Perhaps the main reason why I find film noir so compelling is because it describes a lost adulthood so fully. When I was a kid (I am a member of the "baby boomer" generation), adults looked, dressed and acted the way they did in these films - and when I was a kid I expected that when I grew up I would enter that world. Up until the Sixties, it was understood that society was composed of two classes of people: adults and kids, and it was easy to tell which was which by the way they dressed and acted. High school yearbook pictures were full of images of eighteen year-olds who looked like adults. Then, perhaps sometime around the appearance of the Beatles, a new class emerged: the youth. They demanded, and were given, the privilege of not having to mature and become adults. Worse, they were regarded as having new insights that would make society a better place. Becoming an adult myself in this environment was a letdown. Where were the fedora-wearing men who smoked so elegantly and entertained lavishly-dressed women in nightclubs? The men and women who seemed so knowing and sophisticated about sex? Who were - and are now finally acknowledged to have been - so... cool?
The young men of my generation grew up reluctantly, prizing youth all the while, and insisted on jeans and tee-shirts as apparel into middle age. Some, like Bill Clinton, were raised to great heights of power but still acted like reckless adolescents. Entire industries grew up out of a desire to remain young: fitness, plastic surgery, e-Bay auctions of things we owned as children, the transformation of comic books into "sequential graphic literature," etc. But the souls who populate film noir didn't need the drugs, social movements and flower power. They were toughened by the Depression and World War II. Twelve-step programs and self-esteem are a part of my generation, not theirs, and it's refreshing to see them confront life without the therapy mentality that persist today.
In other words, they acted like adults. In her book Stiffed, Susan Faludi has an interesting comment, using the film noir fedora hat as a symbol: "Much later, a crucial difference between those fedoras and the ball caps of today would strike me. The fedora was the haberdashery of a man in a position to give, an adult man with some sense of his value and purpose in a civic society into which he blended seamlessly. The cap was the garb of a boy, a man-child still waiting for his inheritance, still hoping to be ushered in by the male authorities and given a sign, a badge, perhaps a fedora, to indicate his induction into adult society."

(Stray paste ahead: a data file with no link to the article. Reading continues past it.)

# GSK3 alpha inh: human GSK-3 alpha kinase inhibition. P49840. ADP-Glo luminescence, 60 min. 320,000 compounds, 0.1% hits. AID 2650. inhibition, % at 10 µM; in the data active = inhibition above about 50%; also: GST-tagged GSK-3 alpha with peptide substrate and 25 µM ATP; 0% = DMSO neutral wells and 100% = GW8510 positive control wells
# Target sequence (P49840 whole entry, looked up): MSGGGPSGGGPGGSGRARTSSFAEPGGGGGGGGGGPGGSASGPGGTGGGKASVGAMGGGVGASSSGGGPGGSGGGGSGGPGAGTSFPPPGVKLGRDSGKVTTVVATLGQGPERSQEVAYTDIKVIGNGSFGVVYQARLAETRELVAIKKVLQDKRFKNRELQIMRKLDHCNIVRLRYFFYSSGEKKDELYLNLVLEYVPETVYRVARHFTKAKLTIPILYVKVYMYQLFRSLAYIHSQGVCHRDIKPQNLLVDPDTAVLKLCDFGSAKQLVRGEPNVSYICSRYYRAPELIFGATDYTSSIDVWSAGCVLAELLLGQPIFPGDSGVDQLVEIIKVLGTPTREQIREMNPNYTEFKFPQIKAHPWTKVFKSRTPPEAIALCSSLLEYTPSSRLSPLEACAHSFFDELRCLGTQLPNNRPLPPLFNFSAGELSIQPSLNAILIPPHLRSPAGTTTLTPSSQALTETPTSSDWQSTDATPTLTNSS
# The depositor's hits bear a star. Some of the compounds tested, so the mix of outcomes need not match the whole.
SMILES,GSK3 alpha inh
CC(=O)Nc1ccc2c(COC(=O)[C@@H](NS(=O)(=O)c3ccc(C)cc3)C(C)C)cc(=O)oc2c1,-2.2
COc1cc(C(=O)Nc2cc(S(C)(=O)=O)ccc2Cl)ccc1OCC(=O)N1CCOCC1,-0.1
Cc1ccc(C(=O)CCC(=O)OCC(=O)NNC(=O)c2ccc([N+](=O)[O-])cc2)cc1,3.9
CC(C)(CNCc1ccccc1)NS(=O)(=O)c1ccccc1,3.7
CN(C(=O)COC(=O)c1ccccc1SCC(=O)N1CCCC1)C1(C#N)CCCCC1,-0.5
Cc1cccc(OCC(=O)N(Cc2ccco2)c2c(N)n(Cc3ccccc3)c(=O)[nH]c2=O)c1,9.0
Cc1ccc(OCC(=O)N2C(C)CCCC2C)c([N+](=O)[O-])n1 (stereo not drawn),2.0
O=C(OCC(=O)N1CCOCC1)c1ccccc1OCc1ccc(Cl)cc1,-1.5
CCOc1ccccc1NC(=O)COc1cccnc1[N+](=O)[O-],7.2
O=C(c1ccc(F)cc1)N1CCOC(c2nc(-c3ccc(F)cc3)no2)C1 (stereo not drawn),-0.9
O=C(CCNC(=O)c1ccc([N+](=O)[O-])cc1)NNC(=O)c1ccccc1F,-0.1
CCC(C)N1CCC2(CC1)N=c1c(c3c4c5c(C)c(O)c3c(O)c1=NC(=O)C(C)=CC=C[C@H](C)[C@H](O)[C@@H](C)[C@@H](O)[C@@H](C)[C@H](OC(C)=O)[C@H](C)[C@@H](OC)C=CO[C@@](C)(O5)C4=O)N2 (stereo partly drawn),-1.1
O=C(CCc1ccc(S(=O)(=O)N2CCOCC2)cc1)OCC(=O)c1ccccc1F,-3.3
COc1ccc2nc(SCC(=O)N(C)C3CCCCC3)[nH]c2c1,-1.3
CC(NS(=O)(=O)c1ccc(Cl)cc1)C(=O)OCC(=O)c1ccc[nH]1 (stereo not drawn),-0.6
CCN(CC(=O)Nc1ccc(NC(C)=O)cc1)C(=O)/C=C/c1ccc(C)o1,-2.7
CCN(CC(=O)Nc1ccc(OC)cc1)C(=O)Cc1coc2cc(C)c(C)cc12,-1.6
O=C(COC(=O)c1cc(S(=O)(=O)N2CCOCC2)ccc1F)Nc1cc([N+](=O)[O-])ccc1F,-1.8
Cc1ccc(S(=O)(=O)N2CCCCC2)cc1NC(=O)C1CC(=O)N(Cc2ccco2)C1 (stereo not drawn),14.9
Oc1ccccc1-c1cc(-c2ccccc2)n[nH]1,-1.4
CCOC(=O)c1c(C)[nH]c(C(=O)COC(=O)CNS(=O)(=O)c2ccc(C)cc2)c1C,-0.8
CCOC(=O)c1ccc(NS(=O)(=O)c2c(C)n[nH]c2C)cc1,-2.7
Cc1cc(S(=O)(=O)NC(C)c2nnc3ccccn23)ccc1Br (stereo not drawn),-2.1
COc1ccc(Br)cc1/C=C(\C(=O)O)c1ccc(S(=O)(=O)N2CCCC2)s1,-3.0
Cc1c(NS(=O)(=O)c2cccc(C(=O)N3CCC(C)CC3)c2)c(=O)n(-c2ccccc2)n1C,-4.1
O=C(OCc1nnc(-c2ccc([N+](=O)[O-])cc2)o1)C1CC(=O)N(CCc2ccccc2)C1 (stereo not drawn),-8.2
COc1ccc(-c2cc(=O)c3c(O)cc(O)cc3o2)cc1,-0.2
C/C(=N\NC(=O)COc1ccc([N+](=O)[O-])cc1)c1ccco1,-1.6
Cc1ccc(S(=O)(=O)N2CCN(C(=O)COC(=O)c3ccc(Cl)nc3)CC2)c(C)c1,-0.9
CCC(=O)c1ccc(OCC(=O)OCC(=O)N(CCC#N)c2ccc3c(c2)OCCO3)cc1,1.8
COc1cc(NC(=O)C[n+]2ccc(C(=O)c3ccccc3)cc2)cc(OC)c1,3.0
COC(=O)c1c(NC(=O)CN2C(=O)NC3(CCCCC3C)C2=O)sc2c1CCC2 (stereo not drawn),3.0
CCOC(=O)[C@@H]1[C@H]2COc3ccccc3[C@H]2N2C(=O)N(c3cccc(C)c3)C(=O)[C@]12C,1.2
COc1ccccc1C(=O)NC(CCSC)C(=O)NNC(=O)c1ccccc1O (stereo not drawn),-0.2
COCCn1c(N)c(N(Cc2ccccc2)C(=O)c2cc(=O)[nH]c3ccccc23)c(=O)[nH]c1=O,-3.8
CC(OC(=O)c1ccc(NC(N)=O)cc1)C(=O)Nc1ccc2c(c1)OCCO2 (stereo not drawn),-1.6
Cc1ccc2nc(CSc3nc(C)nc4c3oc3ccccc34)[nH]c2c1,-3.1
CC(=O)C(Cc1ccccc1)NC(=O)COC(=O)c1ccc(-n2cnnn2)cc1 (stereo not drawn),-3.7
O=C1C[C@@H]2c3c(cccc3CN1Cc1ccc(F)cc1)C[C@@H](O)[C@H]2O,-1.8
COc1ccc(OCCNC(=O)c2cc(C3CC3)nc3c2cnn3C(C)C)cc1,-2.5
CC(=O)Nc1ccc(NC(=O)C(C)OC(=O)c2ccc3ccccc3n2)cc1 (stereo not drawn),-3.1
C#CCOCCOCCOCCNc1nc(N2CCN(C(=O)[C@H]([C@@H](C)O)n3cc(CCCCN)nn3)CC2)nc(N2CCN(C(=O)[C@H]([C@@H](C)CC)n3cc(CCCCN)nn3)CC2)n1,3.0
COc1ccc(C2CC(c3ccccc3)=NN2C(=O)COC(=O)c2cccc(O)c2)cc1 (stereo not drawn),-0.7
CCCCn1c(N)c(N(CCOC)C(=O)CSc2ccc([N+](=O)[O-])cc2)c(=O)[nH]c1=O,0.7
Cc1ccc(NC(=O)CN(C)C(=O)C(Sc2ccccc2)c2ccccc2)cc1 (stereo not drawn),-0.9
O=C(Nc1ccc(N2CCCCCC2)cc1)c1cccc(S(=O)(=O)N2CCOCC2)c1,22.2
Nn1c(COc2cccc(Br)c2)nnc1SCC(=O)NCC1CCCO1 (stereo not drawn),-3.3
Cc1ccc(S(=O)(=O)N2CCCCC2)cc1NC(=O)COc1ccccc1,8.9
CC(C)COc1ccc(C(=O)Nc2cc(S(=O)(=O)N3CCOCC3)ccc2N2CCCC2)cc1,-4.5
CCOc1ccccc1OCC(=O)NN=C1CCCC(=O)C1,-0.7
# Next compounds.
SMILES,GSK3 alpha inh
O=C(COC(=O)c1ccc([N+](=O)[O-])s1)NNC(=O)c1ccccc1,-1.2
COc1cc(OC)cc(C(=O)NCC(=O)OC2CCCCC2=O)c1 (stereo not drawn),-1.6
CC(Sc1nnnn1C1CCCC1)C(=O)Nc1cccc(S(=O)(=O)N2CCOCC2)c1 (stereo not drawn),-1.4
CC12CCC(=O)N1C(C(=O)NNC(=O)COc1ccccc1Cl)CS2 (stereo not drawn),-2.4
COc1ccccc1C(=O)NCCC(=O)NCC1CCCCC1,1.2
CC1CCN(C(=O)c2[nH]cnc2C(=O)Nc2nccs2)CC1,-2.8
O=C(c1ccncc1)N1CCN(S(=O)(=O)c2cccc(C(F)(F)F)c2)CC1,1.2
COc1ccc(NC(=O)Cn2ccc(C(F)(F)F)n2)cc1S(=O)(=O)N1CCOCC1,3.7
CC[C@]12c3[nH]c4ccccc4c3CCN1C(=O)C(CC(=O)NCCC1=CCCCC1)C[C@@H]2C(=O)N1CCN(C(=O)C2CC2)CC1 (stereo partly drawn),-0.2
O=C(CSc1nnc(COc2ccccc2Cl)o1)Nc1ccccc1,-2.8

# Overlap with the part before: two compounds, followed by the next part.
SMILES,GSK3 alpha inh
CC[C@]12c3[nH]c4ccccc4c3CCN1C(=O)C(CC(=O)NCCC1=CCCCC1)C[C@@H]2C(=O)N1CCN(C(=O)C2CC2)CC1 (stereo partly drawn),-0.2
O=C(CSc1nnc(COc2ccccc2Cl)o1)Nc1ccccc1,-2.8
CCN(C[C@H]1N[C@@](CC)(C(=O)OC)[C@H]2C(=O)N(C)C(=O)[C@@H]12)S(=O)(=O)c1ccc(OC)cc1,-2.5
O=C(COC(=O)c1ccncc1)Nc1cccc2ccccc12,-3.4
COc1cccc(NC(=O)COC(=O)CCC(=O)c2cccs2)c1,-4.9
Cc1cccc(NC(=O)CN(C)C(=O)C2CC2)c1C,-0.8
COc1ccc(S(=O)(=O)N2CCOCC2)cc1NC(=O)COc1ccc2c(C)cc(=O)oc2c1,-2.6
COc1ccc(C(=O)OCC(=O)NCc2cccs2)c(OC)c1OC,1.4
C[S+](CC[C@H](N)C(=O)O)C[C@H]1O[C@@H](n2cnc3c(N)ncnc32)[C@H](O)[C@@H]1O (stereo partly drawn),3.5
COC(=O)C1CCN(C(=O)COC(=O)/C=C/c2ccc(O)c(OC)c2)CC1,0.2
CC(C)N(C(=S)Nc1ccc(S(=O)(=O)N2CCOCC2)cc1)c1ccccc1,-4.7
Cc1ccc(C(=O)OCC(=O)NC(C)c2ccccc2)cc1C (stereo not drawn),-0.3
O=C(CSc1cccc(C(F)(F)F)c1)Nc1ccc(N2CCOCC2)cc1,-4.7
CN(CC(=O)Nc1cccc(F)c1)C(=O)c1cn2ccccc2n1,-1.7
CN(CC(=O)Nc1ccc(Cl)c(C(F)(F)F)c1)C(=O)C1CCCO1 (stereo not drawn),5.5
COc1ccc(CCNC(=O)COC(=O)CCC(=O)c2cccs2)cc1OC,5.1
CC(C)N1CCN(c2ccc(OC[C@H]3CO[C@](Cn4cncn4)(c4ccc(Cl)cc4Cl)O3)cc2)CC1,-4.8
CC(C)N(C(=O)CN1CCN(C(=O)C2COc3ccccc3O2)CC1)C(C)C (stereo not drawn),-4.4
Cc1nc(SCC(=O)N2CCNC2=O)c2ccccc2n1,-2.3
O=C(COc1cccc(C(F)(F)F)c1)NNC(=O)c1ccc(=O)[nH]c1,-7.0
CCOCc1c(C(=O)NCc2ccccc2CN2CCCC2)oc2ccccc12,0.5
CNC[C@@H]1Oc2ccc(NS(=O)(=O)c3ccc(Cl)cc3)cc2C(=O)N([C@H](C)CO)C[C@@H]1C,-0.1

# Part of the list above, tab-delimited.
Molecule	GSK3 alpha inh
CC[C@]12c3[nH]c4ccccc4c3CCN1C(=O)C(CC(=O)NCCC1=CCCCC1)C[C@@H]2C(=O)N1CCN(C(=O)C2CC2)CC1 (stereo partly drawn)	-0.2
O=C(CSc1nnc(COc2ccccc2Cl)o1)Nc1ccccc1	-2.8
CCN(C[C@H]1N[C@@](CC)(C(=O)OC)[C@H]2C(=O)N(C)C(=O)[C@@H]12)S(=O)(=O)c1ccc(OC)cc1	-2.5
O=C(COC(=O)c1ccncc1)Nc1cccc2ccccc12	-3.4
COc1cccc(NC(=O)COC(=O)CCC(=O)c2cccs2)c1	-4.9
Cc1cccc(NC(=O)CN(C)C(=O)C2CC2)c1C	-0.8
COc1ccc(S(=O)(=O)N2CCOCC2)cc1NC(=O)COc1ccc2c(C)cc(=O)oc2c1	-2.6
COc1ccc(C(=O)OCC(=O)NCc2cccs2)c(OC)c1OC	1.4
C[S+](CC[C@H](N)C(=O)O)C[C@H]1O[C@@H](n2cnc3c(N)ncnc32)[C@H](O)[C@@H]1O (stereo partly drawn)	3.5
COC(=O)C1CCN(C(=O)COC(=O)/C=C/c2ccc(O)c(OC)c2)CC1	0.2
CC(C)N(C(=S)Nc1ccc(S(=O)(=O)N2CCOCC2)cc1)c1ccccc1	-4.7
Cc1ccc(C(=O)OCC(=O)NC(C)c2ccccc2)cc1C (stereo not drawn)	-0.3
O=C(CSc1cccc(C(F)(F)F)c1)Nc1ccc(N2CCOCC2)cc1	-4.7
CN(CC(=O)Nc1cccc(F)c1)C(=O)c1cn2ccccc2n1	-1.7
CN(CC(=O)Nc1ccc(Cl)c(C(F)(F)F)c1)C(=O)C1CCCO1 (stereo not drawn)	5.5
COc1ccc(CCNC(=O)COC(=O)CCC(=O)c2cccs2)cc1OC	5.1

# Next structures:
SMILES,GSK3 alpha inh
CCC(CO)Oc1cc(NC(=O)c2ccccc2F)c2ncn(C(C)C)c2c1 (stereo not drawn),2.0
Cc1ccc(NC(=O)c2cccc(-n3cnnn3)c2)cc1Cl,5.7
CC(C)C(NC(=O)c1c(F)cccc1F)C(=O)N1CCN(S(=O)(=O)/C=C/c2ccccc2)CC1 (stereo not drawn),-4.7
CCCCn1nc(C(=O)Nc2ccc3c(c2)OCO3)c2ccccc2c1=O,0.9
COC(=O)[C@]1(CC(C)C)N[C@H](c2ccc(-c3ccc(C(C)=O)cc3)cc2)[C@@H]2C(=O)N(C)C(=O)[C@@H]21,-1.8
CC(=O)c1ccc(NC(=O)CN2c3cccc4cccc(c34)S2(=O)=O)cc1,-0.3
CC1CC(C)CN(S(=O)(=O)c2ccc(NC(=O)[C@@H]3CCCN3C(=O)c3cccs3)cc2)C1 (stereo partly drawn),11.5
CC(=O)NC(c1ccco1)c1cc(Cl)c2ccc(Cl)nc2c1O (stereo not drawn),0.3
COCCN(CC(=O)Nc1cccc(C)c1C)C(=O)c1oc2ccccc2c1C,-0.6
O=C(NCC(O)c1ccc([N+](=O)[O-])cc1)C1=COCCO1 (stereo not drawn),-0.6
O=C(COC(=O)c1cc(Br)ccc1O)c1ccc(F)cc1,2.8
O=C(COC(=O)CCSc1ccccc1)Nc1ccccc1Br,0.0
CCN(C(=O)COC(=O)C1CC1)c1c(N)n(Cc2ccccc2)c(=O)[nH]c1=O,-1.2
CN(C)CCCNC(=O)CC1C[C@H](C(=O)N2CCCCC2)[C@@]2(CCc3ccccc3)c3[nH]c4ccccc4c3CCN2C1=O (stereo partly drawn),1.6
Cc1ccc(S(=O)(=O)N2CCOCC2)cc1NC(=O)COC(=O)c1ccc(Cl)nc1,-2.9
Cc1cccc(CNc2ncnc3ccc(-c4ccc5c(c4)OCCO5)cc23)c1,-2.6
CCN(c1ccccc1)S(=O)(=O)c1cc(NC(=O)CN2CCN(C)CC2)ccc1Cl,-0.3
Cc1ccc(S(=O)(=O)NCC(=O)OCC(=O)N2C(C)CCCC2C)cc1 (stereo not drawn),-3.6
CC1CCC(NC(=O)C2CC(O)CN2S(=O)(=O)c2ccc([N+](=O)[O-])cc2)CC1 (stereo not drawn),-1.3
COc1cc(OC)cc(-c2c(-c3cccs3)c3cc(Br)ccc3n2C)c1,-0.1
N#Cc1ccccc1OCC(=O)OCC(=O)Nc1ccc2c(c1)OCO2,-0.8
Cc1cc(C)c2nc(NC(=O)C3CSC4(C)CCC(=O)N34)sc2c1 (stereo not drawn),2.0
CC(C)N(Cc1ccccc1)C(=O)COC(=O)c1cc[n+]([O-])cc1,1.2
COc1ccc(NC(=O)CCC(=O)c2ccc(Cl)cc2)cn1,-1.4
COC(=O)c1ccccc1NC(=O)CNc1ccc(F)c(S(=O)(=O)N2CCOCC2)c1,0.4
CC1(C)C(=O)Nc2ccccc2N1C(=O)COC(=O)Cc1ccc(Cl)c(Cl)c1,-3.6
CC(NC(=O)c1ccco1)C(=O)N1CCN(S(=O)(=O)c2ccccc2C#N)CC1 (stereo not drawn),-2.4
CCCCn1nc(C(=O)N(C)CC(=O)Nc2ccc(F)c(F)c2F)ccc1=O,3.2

I remember one night-time trip into downtown Los Angeles with my mom; I was 11 or 12. For some reason we wound up driving down a skid-row district, in and out of light and darkness from streetlights, looking for our destination. (I think it was Clifton's Cafeteria on South Broadway.) I remember thinking that it was a good thing we were in a car with the doors locked. But on the other hand, I got a crazy sort of buzz out of the experience as well - that it would be cool to be out walking the streets, in and out of those shadows. It was an odd mental conflict between safety and danger. To this day I can't find myself in a major city at night without feeling the same way. And the best films restore that fascination to me. Anyway, we parked in a public lot and had to walk down a dark alleyway to get to where we were going, and it suddenly dawned on me that I was in a frame from an old Batman comic book, or from one of those black-and-white crime dramas that played on the late night movies on TV. And it was so cool.
Years later, as an adult, I was walking around on the streets of Philadelphia one evening with a couple of Civil War reenacting friends, taking in some historical sites. The thing I remember best of all, however, was one friend (especially well-versed in film noir) saying, "Hey, watch this!" He then ran desperately off down an alley. He noisily careened off a trash can and threw himself back up against a dirty brick wall, arms spread out, a panicked expression on his face. He looked at us as if we were gunmen and cried, "No. Don't. I'll get the money. Gimme another chance!" We all laughed, instantly recognizing a scene played out in many crime dramas. I had reenacted many a Civil War and Revolutionary War battle, but this was the first time I had ever viewed a film noir reenactment.